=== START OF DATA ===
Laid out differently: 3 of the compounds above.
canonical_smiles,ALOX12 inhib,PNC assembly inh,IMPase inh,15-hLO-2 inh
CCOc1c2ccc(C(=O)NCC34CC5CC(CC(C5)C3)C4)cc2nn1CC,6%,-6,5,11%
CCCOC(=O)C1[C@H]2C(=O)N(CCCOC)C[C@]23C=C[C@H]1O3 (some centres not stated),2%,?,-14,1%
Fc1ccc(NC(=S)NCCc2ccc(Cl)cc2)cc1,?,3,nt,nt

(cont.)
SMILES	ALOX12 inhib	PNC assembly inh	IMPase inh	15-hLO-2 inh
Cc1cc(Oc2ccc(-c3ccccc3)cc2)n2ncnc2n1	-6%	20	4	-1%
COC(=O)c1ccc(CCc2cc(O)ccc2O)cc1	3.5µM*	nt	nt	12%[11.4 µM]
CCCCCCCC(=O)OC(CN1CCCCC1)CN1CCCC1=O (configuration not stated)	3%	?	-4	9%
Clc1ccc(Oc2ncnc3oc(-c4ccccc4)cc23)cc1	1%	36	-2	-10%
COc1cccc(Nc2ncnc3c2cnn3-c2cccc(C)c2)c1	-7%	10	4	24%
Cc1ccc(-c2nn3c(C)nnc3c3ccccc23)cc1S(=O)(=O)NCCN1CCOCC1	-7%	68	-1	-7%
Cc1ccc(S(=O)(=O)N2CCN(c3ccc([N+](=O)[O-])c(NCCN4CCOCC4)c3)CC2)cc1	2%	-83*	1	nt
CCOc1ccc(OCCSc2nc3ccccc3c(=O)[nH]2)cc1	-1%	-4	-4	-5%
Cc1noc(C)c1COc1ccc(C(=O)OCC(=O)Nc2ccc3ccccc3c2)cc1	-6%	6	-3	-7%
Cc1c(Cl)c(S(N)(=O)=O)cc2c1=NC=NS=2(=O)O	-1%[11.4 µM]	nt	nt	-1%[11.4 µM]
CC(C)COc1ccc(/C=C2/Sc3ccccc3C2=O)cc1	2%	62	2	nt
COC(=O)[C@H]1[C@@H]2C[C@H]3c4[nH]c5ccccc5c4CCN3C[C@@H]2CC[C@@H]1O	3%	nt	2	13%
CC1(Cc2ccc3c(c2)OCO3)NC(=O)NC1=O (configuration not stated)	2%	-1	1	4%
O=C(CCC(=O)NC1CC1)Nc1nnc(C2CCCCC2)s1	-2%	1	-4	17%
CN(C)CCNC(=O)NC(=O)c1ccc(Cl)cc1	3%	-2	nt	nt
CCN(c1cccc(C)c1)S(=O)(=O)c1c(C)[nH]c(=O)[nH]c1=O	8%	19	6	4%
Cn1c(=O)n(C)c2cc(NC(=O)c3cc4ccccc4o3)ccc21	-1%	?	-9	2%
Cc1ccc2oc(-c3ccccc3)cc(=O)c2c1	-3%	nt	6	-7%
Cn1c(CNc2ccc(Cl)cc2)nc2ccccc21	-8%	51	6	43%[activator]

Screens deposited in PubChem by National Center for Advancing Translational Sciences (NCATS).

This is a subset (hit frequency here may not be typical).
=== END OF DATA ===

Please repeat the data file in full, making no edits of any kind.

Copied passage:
Laid out differently: 3 of the compounds above.
canonical_smiles,ALOX12 inhib,PNC assembly inh,IMPase inh,15-hLO-2 inh
CCOc1c2ccc(C(=O)NCC34CC5CC(CC(C5)C3)C4)cc2nn1CC,6%,-6,5,11%
CCCOC(=O)C1[C@H]2C(=O)N(CCCOC)C[C@]23C=C[C@H]1O3 (some centres not stated),2%,?,-14,1%
Fc1ccc(NC(=S)NCCc2ccc(Cl)cc2)cc1,?,3,nt,nt

(cont.)
SMILES	ALOX12 inhib	PNC assembly inh	IMPase inh	15-hLO-2 inh
Cc1cc(Oc2ccc(-c3ccccc3)cc2)n2ncnc2n1	-6%	20	4	-1%
COC(=O)c1ccc(CCc2cc(O)ccc2O)cc1	3.5µM*	nt	nt	12%[11.4 µM]
CCCCCCCC(=O)OC(CN1CCCCC1)CN1CCCC1=O (configuration not stated)	3%	?	-4	9%
Clc1ccc(Oc2ncnc3oc(-c4ccccc4)cc23)cc1	1%	36	-2	-10%
COc1cccc(Nc2ncnc3c2cnn3-c2cccc(C)c2)c1	-7%	10	4	24%
Cc1ccc(-c2nn3c(C)nnc3c3ccccc23)cc1S(=O)(=O)NCCN1CCOCC1	-7%	68	-1	-7%
Cc1ccc(S(=O)(=O)N2CCN(c3ccc([N+](=O)[O-])c(NCCN4CCOCC4)c3)CC2)cc1	2%	-83*	1	nt
CCOc1ccc(OCCSc2nc3ccccc3c(=O)[nH]2)cc1	-1%	-4	-4	-5%
Cc1noc(C)c1COc1ccc(C(=O)OCC(=O)Nc2ccc3ccccc3c2)cc1	-6%	6	-3	-7%
Cc1c(Cl)c(S(N)(=O)=O)cc2c1=NC=NS=2(=O)O	-1%[11.4 µM]	nt	nt	-1%[11.4 µM]
CC(C)COc1ccc(/C=C2/Sc3ccccc3C2=O)cc1	2%	62	2	nt
COC(=O)[C@H]1[C@@H]2C[C@H]3c4[nH]c5ccccc5c4CCN3C[C@@H]2CC[C@@H]1O	3%	nt	2	13%
CC1(Cc2ccc3c(c2)OCO3)NC(=O)NC1=O (configuration not stated)	2%	-1	1	4%
O=C(CCC(=O)NC1CC1)Nc1nnc(C2CCCCC2)s1	-2%	1	-4	17%
CN(C)CCNC(=O)NC(=O)c1ccc(Cl)cc1	3%	-2	nt	nt
CCN(c1cccc(C)c1)S(=O)(=O)c1c(C)[nH]c(=O)[nH]c1=O	8%	19	6	4%
Cn1c(=O)n(C)c2cc(NC(=O)c3cc4ccccc4o3)ccc21	-1%	?	-9	2%
Cc1ccc2oc(-c3ccccc3)cc(=O)c2c1	-3%	nt	6	-7%
Cn1c(CNc2ccc(Cl)cc2)nc2ccccc21	-8%	51	6	43%[activator]

Screens deposited in PubChem by National Center for Advancing Translational Sciences (NCATS).

This is a subset (hit frequency here may not be typical).